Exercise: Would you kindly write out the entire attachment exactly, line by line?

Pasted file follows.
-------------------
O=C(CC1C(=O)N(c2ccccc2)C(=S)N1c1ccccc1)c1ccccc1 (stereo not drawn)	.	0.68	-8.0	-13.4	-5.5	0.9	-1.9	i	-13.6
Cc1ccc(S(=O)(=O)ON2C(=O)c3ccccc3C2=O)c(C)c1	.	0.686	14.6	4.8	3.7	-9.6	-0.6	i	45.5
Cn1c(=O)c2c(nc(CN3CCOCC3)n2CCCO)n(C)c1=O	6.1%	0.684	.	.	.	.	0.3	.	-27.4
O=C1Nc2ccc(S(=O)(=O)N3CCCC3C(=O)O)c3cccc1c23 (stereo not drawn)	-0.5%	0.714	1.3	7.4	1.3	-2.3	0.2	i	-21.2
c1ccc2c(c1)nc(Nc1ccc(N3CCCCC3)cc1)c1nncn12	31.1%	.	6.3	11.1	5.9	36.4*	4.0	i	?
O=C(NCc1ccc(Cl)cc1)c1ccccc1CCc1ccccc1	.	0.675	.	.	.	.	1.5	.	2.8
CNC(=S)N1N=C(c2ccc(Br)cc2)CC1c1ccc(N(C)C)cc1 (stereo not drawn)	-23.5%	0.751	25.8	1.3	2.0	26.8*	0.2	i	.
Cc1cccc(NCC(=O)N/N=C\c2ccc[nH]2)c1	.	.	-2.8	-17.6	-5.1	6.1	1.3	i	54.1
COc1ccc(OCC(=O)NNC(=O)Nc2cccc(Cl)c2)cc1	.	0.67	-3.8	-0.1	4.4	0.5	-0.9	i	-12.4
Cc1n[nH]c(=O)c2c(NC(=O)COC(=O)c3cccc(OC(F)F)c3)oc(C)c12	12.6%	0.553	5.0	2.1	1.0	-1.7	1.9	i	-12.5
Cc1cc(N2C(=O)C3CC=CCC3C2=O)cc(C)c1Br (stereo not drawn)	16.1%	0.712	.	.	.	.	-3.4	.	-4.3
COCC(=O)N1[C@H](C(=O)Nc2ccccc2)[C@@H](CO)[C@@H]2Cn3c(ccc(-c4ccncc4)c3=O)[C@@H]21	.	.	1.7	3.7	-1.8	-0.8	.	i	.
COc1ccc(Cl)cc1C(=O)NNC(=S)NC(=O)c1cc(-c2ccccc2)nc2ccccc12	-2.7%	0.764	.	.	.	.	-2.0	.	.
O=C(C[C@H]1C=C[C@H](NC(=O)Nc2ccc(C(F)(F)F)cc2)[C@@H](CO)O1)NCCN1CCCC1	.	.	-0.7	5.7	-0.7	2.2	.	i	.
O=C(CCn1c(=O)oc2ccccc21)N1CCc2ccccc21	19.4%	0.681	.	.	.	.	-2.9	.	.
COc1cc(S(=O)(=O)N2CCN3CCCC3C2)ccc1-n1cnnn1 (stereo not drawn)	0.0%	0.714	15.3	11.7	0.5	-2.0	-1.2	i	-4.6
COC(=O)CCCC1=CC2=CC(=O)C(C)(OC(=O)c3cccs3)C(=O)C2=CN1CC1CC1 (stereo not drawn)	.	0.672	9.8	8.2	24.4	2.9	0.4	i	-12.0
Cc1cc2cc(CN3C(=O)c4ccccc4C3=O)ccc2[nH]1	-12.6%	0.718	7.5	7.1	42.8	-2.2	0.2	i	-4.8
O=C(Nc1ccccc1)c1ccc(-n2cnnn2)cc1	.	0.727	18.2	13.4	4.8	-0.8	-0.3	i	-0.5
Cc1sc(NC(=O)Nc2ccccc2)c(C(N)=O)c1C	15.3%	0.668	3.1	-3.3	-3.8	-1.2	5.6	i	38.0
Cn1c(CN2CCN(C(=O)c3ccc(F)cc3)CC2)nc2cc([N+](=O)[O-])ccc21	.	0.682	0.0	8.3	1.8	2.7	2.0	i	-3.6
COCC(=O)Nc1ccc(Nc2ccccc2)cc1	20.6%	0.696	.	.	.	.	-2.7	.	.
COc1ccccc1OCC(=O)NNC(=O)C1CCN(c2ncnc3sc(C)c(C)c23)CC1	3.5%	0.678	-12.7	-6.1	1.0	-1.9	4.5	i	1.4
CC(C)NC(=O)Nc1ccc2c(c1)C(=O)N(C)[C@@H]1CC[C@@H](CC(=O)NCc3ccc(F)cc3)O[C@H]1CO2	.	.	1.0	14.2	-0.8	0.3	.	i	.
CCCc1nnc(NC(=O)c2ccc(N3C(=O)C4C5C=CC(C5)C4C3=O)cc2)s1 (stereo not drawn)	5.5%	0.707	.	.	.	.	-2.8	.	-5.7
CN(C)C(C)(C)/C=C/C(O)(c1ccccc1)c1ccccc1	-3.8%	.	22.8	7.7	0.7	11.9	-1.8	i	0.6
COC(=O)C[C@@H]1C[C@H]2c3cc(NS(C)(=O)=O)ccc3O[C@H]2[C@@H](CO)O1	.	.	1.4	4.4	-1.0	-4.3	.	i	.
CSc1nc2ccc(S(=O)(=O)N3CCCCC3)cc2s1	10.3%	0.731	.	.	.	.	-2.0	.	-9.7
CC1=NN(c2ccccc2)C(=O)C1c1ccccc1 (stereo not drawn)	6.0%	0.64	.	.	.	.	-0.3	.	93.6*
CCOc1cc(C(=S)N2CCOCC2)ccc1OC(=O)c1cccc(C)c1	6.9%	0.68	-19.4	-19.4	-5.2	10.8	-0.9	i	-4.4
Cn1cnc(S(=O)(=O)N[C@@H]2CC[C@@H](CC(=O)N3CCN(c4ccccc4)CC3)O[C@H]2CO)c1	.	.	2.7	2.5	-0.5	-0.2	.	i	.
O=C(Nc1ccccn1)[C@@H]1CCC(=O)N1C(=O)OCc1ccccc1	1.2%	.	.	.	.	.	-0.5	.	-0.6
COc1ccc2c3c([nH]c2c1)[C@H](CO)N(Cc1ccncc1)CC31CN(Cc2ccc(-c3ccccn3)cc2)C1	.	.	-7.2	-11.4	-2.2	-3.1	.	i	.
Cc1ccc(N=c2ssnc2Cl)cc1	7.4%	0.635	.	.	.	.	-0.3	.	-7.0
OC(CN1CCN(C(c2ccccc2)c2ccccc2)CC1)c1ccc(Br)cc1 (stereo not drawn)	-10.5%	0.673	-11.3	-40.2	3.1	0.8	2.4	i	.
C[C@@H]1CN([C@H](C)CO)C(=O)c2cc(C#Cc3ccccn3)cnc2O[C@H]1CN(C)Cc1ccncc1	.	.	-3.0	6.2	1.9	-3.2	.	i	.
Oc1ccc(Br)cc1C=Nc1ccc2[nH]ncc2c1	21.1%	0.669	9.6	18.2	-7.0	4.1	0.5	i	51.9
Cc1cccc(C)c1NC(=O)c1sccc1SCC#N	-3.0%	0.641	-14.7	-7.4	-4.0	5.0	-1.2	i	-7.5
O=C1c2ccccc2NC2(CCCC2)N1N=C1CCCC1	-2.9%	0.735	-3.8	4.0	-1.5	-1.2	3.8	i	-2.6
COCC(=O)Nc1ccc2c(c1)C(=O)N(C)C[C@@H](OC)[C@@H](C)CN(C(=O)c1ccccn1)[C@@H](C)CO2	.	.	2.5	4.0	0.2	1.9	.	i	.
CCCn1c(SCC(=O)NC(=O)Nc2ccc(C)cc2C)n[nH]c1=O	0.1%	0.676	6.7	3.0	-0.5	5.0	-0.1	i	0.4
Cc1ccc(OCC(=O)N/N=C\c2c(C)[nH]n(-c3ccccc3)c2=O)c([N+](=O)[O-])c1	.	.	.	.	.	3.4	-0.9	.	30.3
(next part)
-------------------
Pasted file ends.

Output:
O=C(CC1C(=O)N(c2ccccc2)C(=S)N1c1ccccc1)c1ccccc1 (stereo not drawn)	.	0.68	-8.0	-13.4	-5.5	0.9	-1.9	i	-13.6
Cc1ccc(S(=O)(=O)ON2C(=O)c3ccccc3C2=O)c(C)c1	.	0.686	14.6	4.8	3.7	-9.6	-0.6	i	45.5
Cn1c(=O)c2c(nc(CN3CCOCC3)n2CCCO)n(C)c1=O	6.1%	0.684	.	.	.	.	0.3	.	-27.4
O=C1Nc2ccc(S(=O)(=O)N3CCCC3C(=O)O)c3cccc1c23 (stereo not drawn)	-0.5%	0.714	1.3	7.4	1.3	-2.3	0.2	i	-21.2
c1ccc2c(c1)nc(Nc1ccc(N3CCCCC3)cc1)c1nncn12	31.1%	.	6.3	11.1	5.9	36.4*	4.0	i	?
O=C(NCc1ccc(Cl)cc1)c1ccccc1CCc1ccccc1	.	0.675	.	.	.	.	1.5	.	2.8
CNC(=S)N1N=C(c2ccc(Br)cc2)CC1c1ccc(N(C)C)cc1 (stereo not drawn)	-23.5%	0.751	25.8	1.3	2.0	26.8*	0.2	i	.
Cc1cccc(NCC(=O)N/N=C\c2ccc[nH]2)c1	.	.	-2.8	-17.6	-5.1	6.1	1.3	i	54.1
COc1ccc(OCC(=O)NNC(=O)Nc2cccc(Cl)c2)cc1	.	0.67	-3.8	-0.1	4.4	0.5	-0.9	i	-12.4
Cc1n[nH]c(=O)c2c(NC(=O)COC(=O)c3cccc(OC(F)F)c3)oc(C)c12	12.6%	0.553	5.0	2.1	1.0	-1.7	1.9	i	-12.5
Cc1cc(N2C(=O)C3CC=CCC3C2=O)cc(C)c1Br (stereo not drawn)	16.1%	0.712	.	.	.	.	-3.4	.	-4.3
COCC(=O)N1[C@H](C(=O)Nc2ccccc2)[C@@H](CO)[C@@H]2Cn3c(ccc(-c4ccncc4)c3=O)[C@@H]21	.	.	1.7	3.7	-1.8	-0.8	.	i	.
COc1ccc(Cl)cc1C(=O)NNC(=S)NC(=O)c1cc(-c2ccccc2)nc2ccccc12	-2.7%	0.764	.	.	.	.	-2.0	.	.
O=C(C[C@H]1C=C[C@H](NC(=O)Nc2ccc(C(F)(F)F)cc2)[C@@H](CO)O1)NCCN1CCCC1	.	.	-0.7	5.7	-0.7	2.2	.	i	.
O=C(CCn1c(=O)oc2ccccc21)N1CCc2ccccc21	19.4%	0.681	.	.	.	.	-2.9	.	.
COc1cc(S(=O)(=O)N2CCN3CCCC3C2)ccc1-n1cnnn1 (stereo not drawn)	0.0%	0.714	15.3	11.7	0.5	-2.0	-1.2	i	-4.6
COC(=O)CCCC1=CC2=CC(=O)C(C)(OC(=O)c3cccs3)C(=O)C2=CN1CC1CC1 (stereo not drawn)	.	0.672	9.8	8.2	24.4	2.9	0.4	i	-12.0
Cc1cc2cc(CN3C(=O)c4ccccc4C3=O)ccc2[nH]1	-12.6%	0.718	7.5	7.1	42.8	-2.2	0.2	i	-4.8
O=C(Nc1ccccc1)c1ccc(-n2cnnn2)cc1	.	0.727	18.2	13.4	4.8	-0.8	-0.3	i	-0.5
Cc1sc(NC(=O)Nc2ccccc2)c(C(N)=O)c1C	15.3%	0.668	3.1	-3.3	-3.8	-1.2	5.6	i	38.0
Cn1c(CN2CCN(C(=O)c3ccc(F)cc3)CC2)nc2cc([N+](=O)[O-])ccc21	.	0.682	0.0	8.3	1.8	2.7	2.0	i	-3.6
COCC(=O)Nc1ccc(Nc2ccccc2)cc1	20.6%	0.696	.	.	.	.	-2.7	.	.
COc1ccccc1OCC(=O)NNC(=O)C1CCN(c2ncnc3sc(C)c(C)c23)CC1	3.5%	0.678	-12.7	-6.1	1.0	-1.9	4.5	i	1.4
CC(C)NC(=O)Nc1ccc2c(c1)C(=O)N(C)[C@@H]1CC[C@@H](CC(=O)NCc3ccc(F)cc3)O[C@H]1CO2	.	.	1.0	14.2	-0.8	0.3	.	i	.
CCCc1nnc(NC(=O)c2ccc(N3C(=O)C4C5C=CC(C5)C4C3=O)cc2)s1 (stereo not drawn)	5.5%	0.707	.	.	.	.	-2.8	.	-5.7
CN(C)C(C)(C)/C=C/C(O)(c1ccccc1)c1ccccc1	-3.8%	.	22.8	7.7	0.7	11.9	-1.8	i	0.6
COC(=O)C[C@@H]1C[C@H]2c3cc(NS(C)(=O)=O)ccc3O[C@H]2[C@@H](CO)O1	.	.	1.4	4.4	-1.0	-4.3	.	i	.
CSc1nc2ccc(S(=O)(=O)N3CCCCC3)cc2s1	10.3%	0.731	.	.	.	.	-2.0	.	-9.7
CC1=NN(c2ccccc2)C(=O)C1c1ccccc1 (stereo not drawn)	6.0%	0.64	.	.	.	.	-0.3	.	93.6*
CCOc1cc(C(=S)N2CCOCC2)ccc1OC(=O)c1cccc(C)c1	6.9%	0.68	-19.4	-19.4	-5.2	10.8	-0.9	i	-4.4
Cn1cnc(S(=O)(=O)N[C@@H]2CC[C@@H](CC(=O)N3CCN(c4ccccc4)CC3)O[C@H]2CO)c1	.	.	2.7	2.5	-0.5	-0.2	.	i	.
O=C(Nc1ccccn1)[C@@H]1CCC(=O)N1C(=O)OCc1ccccc1	1.2%	.	.	.	.	.	-0.5	.	-0.6
COc1ccc2c3c([nH]c2c1)[C@H](CO)N(Cc1ccncc1)CC31CN(Cc2ccc(-c3ccccn3)cc2)C1	.	.	-7.2	-11.4	-2.2	-3.1	.	i	.
Cc1ccc(N=c2ssnc2Cl)cc1	7.4%	0.635	.	.	.	.	-0.3	.	-7.0
OC(CN1CCN(C(c2ccccc2)c2ccccc2)CC1)c1ccc(Br)cc1 (stereo not drawn)	-10.5%	0.673	-11.3	-40.2	3.1	0.8	2.4	i	.
C[C@@H]1CN([C@H](C)CO)C(=O)c2cc(C#Cc3ccccn3)cnc2O[C@H]1CN(C)Cc1ccncc1	.	.	-3.0	6.2	1.9	-3.2	.	i	.
Oc1ccc(Br)cc1C=Nc1ccc2[nH]ncc2c1	21.1%	0.669	9.6	18.2	-7.0	4.1	0.5	i	51.9
Cc1cccc(C)c1NC(=O)c1sccc1SCC#N	-3.0%	0.641	-14.7	-7.4	-4.0	5.0	-1.2	i	-7.5
O=C1c2ccccc2NC2(CCCC2)N1N=C1CCCC1	-2.9%	0.735	-3.8	4.0	-1.5	-1.2	3.8	i	-2.6
COCC(=O)Nc1ccc2c(c1)C(=O)N(C)C[C@@H](OC)[C@@H](C)CN(C(=O)c1ccccn1)[C@@H](C)CO2	.	.	2.5	4.0	0.2	1.9	.	i	.
CCCn1c(SCC(=O)NC(=O)Nc2ccc(C)cc2C)n[nH]c1=O	0.1%	0.676	6.7	3.0	-0.5	5.0	-0.1	i	0.4
Cc1ccc(OCC(=O)N/N=C\c2c(C)[nH]n(-c3ccccc3)c2=O)c([N+](=O)[O-])c1	.	.	.	.	.	3.4	-0.9	.	30.3
(next part)